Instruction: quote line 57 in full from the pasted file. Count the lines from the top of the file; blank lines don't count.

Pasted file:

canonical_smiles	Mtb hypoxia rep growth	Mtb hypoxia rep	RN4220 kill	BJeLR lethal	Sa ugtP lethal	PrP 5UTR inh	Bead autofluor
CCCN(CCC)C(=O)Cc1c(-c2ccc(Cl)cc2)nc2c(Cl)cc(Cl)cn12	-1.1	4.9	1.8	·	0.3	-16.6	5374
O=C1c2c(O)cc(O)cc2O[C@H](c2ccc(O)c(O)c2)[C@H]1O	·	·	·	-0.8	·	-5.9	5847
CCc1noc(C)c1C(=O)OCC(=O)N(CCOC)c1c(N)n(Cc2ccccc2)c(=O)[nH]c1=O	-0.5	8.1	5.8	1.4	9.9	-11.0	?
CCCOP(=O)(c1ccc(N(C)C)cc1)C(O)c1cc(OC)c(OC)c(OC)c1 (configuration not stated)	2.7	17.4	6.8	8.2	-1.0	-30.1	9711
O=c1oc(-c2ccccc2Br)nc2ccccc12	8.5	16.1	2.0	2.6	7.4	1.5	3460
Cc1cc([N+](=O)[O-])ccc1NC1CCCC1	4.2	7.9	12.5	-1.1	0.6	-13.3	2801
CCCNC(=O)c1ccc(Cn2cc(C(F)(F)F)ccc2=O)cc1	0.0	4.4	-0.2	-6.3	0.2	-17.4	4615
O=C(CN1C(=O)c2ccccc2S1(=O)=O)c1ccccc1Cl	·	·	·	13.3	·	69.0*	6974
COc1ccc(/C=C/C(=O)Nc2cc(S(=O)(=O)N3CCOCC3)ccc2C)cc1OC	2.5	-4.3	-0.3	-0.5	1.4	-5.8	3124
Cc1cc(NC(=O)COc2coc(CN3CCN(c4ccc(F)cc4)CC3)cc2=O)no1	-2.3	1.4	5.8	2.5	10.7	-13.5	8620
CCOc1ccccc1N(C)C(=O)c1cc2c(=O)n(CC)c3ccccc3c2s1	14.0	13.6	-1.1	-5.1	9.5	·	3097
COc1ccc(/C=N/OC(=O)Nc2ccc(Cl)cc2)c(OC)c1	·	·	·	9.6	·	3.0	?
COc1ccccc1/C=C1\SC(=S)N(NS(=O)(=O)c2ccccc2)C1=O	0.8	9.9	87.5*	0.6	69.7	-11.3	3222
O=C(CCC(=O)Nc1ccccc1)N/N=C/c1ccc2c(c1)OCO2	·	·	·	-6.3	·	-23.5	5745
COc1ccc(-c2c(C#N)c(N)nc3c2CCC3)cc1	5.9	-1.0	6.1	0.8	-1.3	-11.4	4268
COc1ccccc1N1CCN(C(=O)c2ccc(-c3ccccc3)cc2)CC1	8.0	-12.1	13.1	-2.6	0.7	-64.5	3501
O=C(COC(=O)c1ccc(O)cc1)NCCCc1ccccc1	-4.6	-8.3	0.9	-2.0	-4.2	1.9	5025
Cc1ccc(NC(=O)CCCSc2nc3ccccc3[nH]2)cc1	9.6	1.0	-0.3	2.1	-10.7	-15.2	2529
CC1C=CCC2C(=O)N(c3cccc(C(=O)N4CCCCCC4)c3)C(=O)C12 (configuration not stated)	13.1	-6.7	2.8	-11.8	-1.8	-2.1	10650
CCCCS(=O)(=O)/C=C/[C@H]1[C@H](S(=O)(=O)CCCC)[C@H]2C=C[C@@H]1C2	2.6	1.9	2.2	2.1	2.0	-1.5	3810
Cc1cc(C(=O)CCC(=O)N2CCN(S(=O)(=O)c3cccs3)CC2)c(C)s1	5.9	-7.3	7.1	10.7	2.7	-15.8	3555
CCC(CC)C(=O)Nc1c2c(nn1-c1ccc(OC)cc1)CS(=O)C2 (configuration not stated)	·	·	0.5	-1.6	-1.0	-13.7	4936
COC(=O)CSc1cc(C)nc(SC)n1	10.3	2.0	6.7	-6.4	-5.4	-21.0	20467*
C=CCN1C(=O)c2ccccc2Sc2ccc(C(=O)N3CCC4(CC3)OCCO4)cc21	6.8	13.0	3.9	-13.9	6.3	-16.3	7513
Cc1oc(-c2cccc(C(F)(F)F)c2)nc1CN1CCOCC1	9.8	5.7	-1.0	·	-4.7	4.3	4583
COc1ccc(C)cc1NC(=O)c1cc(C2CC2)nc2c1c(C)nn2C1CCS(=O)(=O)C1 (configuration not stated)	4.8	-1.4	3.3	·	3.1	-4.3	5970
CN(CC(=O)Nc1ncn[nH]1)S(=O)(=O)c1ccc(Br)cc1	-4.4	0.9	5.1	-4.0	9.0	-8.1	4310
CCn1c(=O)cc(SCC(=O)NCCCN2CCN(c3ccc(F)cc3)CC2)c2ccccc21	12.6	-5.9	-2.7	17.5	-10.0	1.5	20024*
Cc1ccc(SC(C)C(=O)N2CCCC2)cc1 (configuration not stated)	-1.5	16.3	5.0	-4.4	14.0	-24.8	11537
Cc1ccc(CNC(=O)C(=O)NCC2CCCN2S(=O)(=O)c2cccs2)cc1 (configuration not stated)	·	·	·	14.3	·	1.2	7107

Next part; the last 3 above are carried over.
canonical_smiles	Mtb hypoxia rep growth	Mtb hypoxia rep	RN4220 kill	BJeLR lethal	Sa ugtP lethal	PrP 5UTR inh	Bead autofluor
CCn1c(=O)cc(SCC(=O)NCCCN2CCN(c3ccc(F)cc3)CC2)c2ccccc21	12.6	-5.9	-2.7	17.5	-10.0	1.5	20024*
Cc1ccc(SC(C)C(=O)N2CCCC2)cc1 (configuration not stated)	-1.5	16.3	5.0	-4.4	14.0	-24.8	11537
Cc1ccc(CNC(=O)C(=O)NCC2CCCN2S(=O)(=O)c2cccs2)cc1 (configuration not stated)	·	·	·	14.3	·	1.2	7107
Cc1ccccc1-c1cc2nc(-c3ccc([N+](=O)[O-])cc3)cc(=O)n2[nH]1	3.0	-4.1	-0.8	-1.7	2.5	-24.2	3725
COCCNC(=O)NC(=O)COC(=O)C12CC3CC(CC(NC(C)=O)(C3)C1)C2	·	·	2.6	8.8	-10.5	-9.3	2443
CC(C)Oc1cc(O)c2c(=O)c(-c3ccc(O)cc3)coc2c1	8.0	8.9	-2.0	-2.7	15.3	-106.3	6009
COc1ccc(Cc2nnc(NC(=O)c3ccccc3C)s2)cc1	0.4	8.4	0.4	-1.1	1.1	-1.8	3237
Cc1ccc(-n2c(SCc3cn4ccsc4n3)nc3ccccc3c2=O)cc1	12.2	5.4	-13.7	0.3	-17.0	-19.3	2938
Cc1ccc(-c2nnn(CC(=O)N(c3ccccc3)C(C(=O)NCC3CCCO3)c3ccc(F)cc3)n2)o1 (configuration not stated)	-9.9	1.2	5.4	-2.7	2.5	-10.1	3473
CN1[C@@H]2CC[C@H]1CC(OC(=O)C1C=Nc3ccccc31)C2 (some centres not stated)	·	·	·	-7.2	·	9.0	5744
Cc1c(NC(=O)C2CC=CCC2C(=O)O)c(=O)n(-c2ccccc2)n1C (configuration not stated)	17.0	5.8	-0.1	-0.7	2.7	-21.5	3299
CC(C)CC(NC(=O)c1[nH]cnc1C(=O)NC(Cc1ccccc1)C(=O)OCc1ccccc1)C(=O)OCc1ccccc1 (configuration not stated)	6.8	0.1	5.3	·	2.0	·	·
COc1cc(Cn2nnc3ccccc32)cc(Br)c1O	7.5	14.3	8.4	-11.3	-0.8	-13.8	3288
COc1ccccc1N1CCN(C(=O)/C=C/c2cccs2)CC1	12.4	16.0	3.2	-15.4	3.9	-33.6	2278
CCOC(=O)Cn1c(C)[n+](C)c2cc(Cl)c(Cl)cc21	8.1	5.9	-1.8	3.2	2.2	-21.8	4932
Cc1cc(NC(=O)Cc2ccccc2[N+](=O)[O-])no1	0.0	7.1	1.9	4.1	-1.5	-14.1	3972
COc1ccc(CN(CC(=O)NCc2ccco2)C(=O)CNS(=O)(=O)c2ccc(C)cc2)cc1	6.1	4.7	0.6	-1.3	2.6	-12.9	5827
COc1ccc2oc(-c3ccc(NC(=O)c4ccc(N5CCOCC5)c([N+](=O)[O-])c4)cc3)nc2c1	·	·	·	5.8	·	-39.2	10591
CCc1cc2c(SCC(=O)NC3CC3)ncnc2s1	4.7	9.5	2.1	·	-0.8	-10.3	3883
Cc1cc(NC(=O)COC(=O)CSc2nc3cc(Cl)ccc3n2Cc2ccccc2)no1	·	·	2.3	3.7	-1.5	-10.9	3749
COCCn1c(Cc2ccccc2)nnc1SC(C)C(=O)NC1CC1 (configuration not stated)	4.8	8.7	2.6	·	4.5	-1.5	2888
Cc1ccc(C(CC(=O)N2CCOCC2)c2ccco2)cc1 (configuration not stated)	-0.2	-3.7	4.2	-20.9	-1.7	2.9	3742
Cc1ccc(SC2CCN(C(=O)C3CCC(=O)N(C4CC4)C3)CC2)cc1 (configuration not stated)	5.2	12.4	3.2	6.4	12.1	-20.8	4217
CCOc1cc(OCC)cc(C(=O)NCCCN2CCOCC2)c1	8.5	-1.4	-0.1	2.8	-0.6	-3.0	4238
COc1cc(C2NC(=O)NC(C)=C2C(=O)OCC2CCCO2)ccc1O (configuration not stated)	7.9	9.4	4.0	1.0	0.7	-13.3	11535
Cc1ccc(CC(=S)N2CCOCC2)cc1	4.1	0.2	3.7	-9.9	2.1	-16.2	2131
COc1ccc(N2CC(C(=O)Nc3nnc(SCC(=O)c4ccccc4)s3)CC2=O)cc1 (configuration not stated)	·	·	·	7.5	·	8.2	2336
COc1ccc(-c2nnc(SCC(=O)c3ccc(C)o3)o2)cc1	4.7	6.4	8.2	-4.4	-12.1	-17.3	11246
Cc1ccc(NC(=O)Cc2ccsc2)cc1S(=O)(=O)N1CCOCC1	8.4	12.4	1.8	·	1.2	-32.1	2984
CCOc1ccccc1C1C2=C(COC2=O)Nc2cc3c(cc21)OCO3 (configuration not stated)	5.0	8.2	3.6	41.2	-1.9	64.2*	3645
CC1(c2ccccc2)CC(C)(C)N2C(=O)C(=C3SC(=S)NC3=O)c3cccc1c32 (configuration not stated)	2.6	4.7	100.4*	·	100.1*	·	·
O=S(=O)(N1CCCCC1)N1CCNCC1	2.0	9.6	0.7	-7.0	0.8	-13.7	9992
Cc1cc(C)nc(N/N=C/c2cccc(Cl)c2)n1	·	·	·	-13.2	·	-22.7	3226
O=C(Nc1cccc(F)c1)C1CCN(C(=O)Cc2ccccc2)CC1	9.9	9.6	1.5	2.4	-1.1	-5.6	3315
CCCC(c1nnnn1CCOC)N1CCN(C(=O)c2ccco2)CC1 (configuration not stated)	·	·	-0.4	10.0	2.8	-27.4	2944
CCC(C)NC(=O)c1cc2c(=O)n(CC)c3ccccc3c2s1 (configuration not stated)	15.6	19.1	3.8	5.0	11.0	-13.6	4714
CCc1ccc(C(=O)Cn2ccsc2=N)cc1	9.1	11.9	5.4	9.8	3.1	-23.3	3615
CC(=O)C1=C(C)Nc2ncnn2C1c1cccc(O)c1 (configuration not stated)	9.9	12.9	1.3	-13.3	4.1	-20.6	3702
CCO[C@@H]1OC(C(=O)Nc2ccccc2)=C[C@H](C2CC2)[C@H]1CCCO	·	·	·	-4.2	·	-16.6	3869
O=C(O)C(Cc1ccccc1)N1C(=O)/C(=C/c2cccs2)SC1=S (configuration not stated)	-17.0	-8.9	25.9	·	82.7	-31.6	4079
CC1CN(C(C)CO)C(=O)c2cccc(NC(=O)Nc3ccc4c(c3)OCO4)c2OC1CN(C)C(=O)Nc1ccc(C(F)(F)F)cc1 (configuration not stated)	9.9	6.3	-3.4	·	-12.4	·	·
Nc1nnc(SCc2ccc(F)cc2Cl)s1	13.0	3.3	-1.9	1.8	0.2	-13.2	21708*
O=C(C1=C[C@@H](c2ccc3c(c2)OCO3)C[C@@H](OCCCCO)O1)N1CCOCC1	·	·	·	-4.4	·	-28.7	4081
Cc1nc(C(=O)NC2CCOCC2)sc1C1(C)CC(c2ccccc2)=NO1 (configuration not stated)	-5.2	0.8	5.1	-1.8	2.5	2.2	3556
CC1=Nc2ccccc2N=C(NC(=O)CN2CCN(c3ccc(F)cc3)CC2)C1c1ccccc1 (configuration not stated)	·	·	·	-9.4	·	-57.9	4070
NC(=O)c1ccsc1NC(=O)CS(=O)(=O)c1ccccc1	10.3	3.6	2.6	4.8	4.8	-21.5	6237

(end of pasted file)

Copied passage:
CCOc1cc(OCC)cc(C(=O)NCCCN2CCOCC2)c1	8.5	-1.4	-0.1	2.8	-0.6	-3.0	4238